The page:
One of Siloso Beach Resort’s(*) activities is to contribute to the sustainability dialogue, which address the most important questions of how we should approach climate change and other pressing environmental challenges. Below is a list of articles written by Sylvain Richer de Forges.
* Siloso Beach Resort (SBR) is a certified Eco Hotel on the Island of Sentosa in Singapore. Over the last few years, SBR has stand out through a series of unique environmental and sustainability achievements. Siloso Beach Resort is the recipient of numerous sustainability awards of which the ASEAN Business Award (CSR) and the Singapore President’s Award for the Environment.
For more information about SBR, please visit: www.silosobeachresort.com
A look into sustainability models for hotels
An overview of nuclear energy and how its future depends on the evolution of the deployment of renewable energies.
A look into sustainable development financing mechanisms and why the current approach is failing
A look into new built environment strategies focused on an ecosystems approach and biomemetics
Siloso beach resort report on the singapore mega marine survey conducted in 2013
If we were to make carbon dioxide real time emissions visible to everyone, society would come to realize to a much greater extent what the source of the climate change problem is and in so doing accelerate the current path to a low carbon economy.
Progressing into the 21st century a silent war is on-going; far apart from the tensions in the Middle East or the Korean peninsula, the on-going war is a silent and potentially devastating one between some of the smallest and largest organism on Earth: micro-organisms versus humans!
The demand for metals and other resources continues to rise exponentially with devastating environmental impacts. While it’s easy to point the finger at mining companies, the real ethical questions surrounding the exploitation of natural resources are much more complex. Their solutions require us to deeply rethink our societal models.
While IT clearly offers hopes for a large scale adoption of more sustainable practices in modern societies, the current path of its booming development also raises serious concerns. IT can surely provide sustainable solutions, but the sector must also grow in a more sustainable way.
While we are exploring new possibilities of powering the planet and slowly shifting away from fossil fuels, two particular concepts have passed un-noticed. In fact, they should be an integral part of the solution: human and recovered energies.
We have been relying on the same food practices since the invention of agriculture thousands of years ago, but in the 21st century the world needs to deeply rethink these practices and find new ways of feeding the planet.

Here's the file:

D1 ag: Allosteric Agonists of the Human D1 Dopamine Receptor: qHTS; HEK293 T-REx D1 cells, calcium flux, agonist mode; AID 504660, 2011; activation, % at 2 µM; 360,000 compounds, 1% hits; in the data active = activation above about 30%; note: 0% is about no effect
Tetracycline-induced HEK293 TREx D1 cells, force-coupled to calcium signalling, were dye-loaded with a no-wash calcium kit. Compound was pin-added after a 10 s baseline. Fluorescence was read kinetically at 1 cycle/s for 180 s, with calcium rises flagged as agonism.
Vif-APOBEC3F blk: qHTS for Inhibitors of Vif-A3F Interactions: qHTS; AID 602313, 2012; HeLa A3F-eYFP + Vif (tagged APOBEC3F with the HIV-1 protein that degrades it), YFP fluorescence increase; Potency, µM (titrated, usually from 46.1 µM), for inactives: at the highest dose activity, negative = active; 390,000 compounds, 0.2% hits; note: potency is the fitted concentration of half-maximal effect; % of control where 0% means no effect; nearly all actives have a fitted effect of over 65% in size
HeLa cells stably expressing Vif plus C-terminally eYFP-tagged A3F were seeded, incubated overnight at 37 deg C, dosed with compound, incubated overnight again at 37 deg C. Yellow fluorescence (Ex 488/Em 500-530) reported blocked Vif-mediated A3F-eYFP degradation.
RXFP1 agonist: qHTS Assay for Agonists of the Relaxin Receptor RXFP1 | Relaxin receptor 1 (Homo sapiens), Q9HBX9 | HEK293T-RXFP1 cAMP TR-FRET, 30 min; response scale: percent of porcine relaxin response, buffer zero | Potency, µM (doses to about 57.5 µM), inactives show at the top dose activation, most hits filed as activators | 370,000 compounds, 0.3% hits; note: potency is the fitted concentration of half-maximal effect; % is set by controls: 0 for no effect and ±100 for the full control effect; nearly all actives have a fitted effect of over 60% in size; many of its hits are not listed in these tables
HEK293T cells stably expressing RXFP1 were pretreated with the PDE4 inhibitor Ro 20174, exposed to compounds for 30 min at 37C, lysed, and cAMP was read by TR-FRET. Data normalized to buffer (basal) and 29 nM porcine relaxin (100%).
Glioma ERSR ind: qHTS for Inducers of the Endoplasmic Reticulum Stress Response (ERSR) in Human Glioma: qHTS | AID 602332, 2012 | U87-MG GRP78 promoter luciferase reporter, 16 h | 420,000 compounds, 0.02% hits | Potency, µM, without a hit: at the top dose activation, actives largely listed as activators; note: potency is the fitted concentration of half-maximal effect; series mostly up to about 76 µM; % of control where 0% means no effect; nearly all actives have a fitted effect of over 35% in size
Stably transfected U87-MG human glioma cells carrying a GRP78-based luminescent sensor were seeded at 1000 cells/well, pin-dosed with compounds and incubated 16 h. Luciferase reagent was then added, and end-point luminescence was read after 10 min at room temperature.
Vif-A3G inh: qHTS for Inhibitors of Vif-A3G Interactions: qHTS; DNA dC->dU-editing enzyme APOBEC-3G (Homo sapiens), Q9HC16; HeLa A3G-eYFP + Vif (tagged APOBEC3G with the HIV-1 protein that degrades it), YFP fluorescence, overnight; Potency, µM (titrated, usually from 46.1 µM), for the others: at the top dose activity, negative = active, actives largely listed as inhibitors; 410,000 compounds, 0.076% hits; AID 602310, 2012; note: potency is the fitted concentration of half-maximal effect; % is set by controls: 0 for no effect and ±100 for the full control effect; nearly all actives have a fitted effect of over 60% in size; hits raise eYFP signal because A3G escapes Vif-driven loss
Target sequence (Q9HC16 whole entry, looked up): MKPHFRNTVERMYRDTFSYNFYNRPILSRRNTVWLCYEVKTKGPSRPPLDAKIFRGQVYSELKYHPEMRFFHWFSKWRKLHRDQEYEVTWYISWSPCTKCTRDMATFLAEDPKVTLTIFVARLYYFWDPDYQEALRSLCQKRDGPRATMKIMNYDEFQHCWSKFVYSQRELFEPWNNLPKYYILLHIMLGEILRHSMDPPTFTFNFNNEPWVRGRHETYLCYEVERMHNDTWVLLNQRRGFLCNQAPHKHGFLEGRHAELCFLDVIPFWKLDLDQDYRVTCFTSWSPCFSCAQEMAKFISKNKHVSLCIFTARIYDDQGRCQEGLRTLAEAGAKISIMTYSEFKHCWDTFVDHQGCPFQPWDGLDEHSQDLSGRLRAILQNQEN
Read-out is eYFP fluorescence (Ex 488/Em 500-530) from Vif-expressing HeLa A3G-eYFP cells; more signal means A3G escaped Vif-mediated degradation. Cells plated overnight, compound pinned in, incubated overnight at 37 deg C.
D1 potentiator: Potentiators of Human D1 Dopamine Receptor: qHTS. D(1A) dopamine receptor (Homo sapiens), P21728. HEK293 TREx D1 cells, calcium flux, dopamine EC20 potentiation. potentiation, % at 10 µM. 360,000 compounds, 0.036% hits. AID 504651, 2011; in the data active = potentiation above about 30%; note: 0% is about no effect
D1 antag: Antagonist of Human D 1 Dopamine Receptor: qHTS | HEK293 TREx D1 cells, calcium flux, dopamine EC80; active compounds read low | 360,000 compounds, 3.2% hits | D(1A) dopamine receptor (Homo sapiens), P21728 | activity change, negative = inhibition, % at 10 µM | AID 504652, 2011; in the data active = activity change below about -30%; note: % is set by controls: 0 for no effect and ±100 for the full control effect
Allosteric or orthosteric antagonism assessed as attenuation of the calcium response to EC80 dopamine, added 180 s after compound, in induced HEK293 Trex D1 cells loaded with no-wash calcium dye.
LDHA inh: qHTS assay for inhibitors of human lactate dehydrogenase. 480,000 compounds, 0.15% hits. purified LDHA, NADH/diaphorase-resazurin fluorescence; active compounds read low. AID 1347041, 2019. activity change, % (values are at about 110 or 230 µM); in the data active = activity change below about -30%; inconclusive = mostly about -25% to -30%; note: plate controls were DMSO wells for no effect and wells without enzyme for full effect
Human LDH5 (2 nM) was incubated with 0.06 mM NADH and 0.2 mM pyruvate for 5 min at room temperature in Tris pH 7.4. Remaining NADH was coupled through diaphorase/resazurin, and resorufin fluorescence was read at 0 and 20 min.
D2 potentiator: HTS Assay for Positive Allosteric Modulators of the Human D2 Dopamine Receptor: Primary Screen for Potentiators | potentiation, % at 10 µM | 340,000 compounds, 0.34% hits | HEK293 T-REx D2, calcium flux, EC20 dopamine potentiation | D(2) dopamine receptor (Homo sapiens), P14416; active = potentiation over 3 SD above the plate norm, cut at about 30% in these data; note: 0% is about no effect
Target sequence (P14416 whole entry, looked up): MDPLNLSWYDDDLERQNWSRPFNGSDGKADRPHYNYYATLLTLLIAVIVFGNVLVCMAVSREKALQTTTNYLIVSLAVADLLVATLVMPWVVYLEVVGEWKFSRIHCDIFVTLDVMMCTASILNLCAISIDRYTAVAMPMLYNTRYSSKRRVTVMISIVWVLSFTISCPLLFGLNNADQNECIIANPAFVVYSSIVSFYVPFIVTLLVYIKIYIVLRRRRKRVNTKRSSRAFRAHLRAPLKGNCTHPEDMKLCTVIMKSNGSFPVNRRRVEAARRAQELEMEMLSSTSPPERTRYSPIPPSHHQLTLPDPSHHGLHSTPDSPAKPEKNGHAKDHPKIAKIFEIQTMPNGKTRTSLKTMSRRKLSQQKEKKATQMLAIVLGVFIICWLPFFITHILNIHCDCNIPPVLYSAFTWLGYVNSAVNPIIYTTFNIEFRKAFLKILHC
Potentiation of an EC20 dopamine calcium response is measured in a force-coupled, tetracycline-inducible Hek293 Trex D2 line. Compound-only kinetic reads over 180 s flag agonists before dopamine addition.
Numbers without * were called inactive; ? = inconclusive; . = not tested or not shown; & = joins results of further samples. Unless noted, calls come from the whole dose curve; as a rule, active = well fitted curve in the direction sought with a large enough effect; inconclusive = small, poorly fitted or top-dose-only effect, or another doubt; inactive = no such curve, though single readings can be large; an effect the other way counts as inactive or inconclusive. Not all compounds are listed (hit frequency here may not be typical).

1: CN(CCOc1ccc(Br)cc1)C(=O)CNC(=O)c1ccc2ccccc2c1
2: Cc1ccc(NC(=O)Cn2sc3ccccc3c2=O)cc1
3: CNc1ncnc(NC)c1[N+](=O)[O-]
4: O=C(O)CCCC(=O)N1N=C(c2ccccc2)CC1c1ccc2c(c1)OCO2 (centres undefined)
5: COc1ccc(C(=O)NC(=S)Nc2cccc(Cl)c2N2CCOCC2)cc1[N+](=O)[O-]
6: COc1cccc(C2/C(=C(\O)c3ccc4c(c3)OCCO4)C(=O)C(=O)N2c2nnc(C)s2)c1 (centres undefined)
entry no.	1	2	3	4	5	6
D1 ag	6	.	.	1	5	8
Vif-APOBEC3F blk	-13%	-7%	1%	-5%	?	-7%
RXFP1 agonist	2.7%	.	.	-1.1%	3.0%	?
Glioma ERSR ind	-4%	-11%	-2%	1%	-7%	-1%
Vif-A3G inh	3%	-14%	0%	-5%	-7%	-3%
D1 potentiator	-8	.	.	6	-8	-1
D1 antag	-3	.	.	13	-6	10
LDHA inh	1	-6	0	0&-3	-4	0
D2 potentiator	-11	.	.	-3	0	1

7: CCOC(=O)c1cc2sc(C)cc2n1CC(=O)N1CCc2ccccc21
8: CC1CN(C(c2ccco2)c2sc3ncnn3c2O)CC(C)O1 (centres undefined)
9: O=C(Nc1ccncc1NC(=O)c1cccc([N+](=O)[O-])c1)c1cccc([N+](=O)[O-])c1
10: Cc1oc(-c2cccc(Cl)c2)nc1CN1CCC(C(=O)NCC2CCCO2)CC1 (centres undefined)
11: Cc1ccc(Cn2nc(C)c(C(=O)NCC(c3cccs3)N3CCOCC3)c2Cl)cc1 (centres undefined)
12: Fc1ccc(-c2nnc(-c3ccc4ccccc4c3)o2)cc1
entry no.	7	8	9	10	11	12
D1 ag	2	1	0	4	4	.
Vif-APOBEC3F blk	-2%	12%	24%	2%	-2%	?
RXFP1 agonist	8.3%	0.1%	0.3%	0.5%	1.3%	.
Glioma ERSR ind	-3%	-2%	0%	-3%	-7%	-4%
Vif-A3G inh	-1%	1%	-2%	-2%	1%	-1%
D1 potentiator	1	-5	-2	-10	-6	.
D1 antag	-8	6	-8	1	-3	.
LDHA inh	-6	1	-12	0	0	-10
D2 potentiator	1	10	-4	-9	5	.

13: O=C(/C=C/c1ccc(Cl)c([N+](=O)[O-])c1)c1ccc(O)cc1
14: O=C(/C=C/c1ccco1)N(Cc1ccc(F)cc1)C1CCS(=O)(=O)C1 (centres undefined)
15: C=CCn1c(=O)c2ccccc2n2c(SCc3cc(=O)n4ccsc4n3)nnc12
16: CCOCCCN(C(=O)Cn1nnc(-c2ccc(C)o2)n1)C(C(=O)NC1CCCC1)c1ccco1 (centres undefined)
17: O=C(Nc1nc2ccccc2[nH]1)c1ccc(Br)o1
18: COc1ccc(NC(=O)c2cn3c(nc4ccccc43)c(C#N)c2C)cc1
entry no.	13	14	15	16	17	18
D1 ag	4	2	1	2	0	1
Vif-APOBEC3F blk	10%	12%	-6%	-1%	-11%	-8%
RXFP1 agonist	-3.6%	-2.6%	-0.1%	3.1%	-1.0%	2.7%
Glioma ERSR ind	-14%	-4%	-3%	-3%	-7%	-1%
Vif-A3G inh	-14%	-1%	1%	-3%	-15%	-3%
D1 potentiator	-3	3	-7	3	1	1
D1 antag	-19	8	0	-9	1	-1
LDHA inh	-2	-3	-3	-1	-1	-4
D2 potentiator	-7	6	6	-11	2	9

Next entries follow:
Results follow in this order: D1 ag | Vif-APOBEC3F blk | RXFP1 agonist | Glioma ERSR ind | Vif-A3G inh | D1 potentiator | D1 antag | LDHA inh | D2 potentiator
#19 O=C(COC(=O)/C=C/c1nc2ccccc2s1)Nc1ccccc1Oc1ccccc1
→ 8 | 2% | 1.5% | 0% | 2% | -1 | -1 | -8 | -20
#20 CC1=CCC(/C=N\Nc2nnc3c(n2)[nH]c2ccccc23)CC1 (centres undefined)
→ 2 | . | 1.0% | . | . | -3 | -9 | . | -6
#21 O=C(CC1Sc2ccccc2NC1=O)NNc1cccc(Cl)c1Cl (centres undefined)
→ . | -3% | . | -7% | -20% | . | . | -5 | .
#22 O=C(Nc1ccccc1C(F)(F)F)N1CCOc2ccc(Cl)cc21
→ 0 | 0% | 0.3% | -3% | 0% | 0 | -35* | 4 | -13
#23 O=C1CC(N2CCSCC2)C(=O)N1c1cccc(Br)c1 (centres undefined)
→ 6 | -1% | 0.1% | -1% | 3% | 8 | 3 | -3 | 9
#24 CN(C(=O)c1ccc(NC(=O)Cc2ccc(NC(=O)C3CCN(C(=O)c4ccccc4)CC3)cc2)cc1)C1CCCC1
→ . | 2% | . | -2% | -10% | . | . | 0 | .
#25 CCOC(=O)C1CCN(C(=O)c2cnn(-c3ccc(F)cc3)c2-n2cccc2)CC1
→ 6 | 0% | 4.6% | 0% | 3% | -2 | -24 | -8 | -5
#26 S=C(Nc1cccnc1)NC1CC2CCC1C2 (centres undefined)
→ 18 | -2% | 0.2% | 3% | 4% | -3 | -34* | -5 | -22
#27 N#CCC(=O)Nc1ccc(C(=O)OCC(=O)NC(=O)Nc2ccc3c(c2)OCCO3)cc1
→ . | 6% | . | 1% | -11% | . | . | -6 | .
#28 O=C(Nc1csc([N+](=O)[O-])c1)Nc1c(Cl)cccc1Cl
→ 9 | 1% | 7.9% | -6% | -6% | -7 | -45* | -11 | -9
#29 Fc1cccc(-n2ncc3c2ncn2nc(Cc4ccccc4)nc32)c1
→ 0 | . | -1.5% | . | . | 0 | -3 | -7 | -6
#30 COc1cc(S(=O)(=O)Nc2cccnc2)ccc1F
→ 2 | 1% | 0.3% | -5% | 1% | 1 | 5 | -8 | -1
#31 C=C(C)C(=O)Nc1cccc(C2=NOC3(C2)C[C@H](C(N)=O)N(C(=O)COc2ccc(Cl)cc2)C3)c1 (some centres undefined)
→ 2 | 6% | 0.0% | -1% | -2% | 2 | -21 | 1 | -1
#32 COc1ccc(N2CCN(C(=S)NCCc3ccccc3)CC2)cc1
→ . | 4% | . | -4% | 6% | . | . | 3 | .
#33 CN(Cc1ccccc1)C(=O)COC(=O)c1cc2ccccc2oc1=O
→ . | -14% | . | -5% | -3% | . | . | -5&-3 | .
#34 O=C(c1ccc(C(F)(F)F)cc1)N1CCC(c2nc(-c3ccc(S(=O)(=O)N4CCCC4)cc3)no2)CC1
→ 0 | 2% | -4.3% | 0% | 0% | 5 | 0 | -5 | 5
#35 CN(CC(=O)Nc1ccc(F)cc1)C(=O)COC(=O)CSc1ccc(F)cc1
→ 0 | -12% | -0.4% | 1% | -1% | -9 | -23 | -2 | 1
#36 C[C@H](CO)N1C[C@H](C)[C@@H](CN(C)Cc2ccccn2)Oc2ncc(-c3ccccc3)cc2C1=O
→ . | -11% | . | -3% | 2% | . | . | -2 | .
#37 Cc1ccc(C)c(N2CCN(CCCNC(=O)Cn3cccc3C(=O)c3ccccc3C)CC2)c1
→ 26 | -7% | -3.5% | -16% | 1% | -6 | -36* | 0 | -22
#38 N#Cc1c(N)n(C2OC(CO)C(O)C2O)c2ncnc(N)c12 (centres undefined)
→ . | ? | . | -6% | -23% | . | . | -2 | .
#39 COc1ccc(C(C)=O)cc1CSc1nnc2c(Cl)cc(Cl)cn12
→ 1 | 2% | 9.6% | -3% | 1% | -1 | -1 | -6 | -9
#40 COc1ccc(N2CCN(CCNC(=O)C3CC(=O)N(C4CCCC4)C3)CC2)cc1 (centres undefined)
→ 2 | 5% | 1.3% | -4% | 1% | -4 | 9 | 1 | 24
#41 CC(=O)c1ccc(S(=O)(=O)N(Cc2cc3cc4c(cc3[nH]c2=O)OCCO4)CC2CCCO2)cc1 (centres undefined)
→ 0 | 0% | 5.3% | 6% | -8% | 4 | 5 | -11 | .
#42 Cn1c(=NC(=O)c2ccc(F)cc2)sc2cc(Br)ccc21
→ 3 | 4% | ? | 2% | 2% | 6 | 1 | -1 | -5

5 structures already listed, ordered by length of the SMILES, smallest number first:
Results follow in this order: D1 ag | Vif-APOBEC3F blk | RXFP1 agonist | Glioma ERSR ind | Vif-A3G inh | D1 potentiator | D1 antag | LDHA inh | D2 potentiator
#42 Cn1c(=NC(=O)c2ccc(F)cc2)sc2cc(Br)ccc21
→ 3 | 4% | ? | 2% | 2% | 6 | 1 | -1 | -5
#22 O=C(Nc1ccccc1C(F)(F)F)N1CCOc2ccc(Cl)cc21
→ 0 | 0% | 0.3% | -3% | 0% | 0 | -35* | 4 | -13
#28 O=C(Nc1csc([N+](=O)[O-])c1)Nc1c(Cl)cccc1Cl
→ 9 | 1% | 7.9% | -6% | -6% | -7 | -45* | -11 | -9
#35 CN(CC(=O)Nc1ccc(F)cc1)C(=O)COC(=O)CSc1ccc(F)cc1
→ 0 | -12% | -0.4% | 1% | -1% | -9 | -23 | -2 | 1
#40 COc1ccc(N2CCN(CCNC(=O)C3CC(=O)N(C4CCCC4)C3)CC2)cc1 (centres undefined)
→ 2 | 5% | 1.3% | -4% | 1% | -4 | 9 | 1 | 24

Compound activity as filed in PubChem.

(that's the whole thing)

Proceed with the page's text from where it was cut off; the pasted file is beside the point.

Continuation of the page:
Significant improvements have been made to slow the trend of ozone depletion, yet the problem is still with us and we cannot afford to ignore it. Awareness of the ozone problem has completely lost momentum and seems to have been forgotten by the media.
Fresh water depletion has been identified as one of the most problematic and impactful issues that we will have to face during the century. Yet, in most modern societies treated fresh water is wasted in large amounts while at the same time many places are facing imminent severe water shortage.
While we tend to plan for the future based on current climate inputs and observations, we should also look ahead and take into consideration the dramatic turn of events that could result from positive feedback mechanisms.
There is a widespread misperception within the construction sector of what it really means to reduce the environmental load of buildings. While efforts to save energy are intensifying, other aspects are often forgotten. This article presents what sustainable construction should be in a seven step process.
While the deployment of large scale renewables (mostly solar and wind) has started, the situation is such that without major changes, coal and nuclear will likely become the predominant energy sources in the decades to come. However, there is a strong case for why none of the latter energy sources should be adopted on a large scale as the solution.
This century, in order to deal with growing environmental crises, significant technology breakthroughs must be found. While we are currently mostly focusing on existing ideas and improving technologies which have long been known, what we really need is a “green revolution” and new ideas to support a low carbon economy. This will only be achieved through a significant new way of thinking.
We are living at a point in time where environmental issues are increasing, severe and high on the agenda. They are reaching such a level that they will not only affect us all but also shape the future and directions of humanity. Since the industrial revolution human related activities have put such amounts of pressures on our environment that we are now entering an era of consequences.
The role of the private sector is crucial in driving a much needed “green revolution”. The response time of governments around the world at dealing with global environmental issues is slow, and they struggle to implement even basic changes. Businesses are in a far better position. In fact, they are the only hope of driving real change quickly. If we wait for governments to react it will be too late.
The term biodiversity was first introduced in 1985 in preparation for the national forum on biological diversity organized by the US National Research Council. In simple terms it refers to the diversity of life forms on Earth.